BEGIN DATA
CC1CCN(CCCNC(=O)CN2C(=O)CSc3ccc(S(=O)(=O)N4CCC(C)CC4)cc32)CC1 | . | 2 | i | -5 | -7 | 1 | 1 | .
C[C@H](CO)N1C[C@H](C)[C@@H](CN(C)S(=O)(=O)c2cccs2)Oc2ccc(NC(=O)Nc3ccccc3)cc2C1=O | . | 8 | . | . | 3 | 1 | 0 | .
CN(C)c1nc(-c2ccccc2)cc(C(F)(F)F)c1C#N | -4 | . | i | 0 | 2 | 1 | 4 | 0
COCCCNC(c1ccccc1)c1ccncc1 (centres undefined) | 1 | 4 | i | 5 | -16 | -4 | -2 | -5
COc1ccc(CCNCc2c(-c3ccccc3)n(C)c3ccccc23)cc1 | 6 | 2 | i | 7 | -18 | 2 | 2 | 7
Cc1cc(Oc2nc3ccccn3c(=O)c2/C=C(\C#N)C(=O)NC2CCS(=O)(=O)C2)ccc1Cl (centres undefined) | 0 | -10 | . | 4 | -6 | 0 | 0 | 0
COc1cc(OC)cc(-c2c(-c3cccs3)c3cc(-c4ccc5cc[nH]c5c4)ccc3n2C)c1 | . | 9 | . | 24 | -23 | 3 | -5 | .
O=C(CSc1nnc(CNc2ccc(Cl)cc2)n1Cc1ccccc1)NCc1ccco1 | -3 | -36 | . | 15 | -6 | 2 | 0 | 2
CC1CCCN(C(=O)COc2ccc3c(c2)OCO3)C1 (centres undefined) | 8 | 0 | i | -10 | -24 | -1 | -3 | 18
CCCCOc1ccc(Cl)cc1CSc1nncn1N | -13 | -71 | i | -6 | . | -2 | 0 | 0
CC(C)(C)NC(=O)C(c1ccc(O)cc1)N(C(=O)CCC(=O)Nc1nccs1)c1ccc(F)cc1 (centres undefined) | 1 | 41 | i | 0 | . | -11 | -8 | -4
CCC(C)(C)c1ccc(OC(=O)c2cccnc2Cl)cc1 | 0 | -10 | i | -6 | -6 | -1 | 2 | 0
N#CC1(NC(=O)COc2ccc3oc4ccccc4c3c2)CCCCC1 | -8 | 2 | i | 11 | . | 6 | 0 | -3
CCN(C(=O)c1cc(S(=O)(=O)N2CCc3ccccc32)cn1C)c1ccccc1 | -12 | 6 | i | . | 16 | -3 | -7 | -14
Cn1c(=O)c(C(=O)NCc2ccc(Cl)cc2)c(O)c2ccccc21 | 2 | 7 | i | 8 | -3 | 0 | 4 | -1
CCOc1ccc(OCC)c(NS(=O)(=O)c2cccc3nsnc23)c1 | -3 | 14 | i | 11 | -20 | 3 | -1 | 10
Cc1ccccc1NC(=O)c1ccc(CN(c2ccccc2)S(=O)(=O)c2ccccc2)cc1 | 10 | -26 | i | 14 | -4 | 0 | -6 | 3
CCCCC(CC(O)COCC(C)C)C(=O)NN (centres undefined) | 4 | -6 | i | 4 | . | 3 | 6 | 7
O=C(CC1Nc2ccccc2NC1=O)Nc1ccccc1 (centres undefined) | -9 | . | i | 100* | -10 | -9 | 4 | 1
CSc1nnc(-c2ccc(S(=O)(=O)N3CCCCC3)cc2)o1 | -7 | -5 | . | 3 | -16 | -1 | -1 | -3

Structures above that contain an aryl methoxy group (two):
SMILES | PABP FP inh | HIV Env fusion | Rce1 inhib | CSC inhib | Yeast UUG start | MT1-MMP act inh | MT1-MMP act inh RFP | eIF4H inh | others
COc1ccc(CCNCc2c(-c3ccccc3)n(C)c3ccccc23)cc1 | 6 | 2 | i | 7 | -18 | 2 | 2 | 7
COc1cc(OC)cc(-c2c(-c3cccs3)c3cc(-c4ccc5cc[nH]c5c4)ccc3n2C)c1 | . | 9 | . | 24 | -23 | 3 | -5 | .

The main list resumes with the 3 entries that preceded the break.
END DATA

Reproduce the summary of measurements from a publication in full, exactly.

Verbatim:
CC1CCN(CCCNC(=O)CN2C(=O)CSc3ccc(S(=O)(=O)N4CCC(C)CC4)cc32)CC1 | . | 2 | i | -5 | -7 | 1 | 1 | .
C[C@H](CO)N1C[C@H](C)[C@@H](CN(C)S(=O)(=O)c2cccs2)Oc2ccc(NC(=O)Nc3ccccc3)cc2C1=O | . | 8 | . | . | 3 | 1 | 0 | .
CN(C)c1nc(-c2ccccc2)cc(C(F)(F)F)c1C#N | -4 | . | i | 0 | 2 | 1 | 4 | 0
COCCCNC(c1ccccc1)c1ccncc1 (centres undefined) | 1 | 4 | i | 5 | -16 | -4 | -2 | -5
COc1ccc(CCNCc2c(-c3ccccc3)n(C)c3ccccc23)cc1 | 6 | 2 | i | 7 | -18 | 2 | 2 | 7
Cc1cc(Oc2nc3ccccn3c(=O)c2/C=C(\C#N)C(=O)NC2CCS(=O)(=O)C2)ccc1Cl (centres undefined) | 0 | -10 | . | 4 | -6 | 0 | 0 | 0
COc1cc(OC)cc(-c2c(-c3cccs3)c3cc(-c4ccc5cc[nH]c5c4)ccc3n2C)c1 | . | 9 | . | 24 | -23 | 3 | -5 | .
O=C(CSc1nnc(CNc2ccc(Cl)cc2)n1Cc1ccccc1)NCc1ccco1 | -3 | -36 | . | 15 | -6 | 2 | 0 | 2
CC1CCCN(C(=O)COc2ccc3c(c2)OCO3)C1 (centres undefined) | 8 | 0 | i | -10 | -24 | -1 | -3 | 18
CCCCOc1ccc(Cl)cc1CSc1nncn1N | -13 | -71 | i | -6 | . | -2 | 0 | 0
CC(C)(C)NC(=O)C(c1ccc(O)cc1)N(C(=O)CCC(=O)Nc1nccs1)c1ccc(F)cc1 (centres undefined) | 1 | 41 | i | 0 | . | -11 | -8 | -4
CCC(C)(C)c1ccc(OC(=O)c2cccnc2Cl)cc1 | 0 | -10 | i | -6 | -6 | -1 | 2 | 0
N#CC1(NC(=O)COc2ccc3oc4ccccc4c3c2)CCCCC1 | -8 | 2 | i | 11 | . | 6 | 0 | -3
CCN(C(=O)c1cc(S(=O)(=O)N2CCc3ccccc32)cn1C)c1ccccc1 | -12 | 6 | i | . | 16 | -3 | -7 | -14
Cn1c(=O)c(C(=O)NCc2ccc(Cl)cc2)c(O)c2ccccc21 | 2 | 7 | i | 8 | -3 | 0 | 4 | -1
CCOc1ccc(OCC)c(NS(=O)(=O)c2cccc3nsnc23)c1 | -3 | 14 | i | 11 | -20 | 3 | -1 | 10
Cc1ccccc1NC(=O)c1ccc(CN(c2ccccc2)S(=O)(=O)c2ccccc2)cc1 | 10 | -26 | i | 14 | -4 | 0 | -6 | 3
CCCCC(CC(O)COCC(C)C)C(=O)NN (centres undefined) | 4 | -6 | i | 4 | . | 3 | 6 | 7
O=C(CC1Nc2ccccc2NC1=O)Nc1ccccc1 (centres undefined) | -9 | . | i | 100* | -10 | -9 | 4 | 1
CSc1nnc(-c2ccc(S(=O)(=O)N3CCCCC3)cc2)o1 | -7 | -5 | . | 3 | -16 | -1 | -1 | -3

Structures above that contain an aryl methoxy group (two):
SMILES | PABP FP inh | HIV Env fusion | Rce1 inhib | CSC inhib | Yeast UUG start | MT1-MMP act inh | MT1-MMP act inh RFP | eIF4H inh | others
COc1ccc(CCNCc2c(-c3ccccc3)n(C)c3ccccc23)cc1 | 6 | 2 | i | 7 | -18 | 2 | 2 | 7
COc1cc(OC)cc(-c2c(-c3cccs3)c3cc(-c4ccc5cc[nH]c5c4)ccc3n2C)c1 | . | 9 | . | 24 | -23 | 3 | -5 | .

The main list resumes with the 3 entries that preceded the break.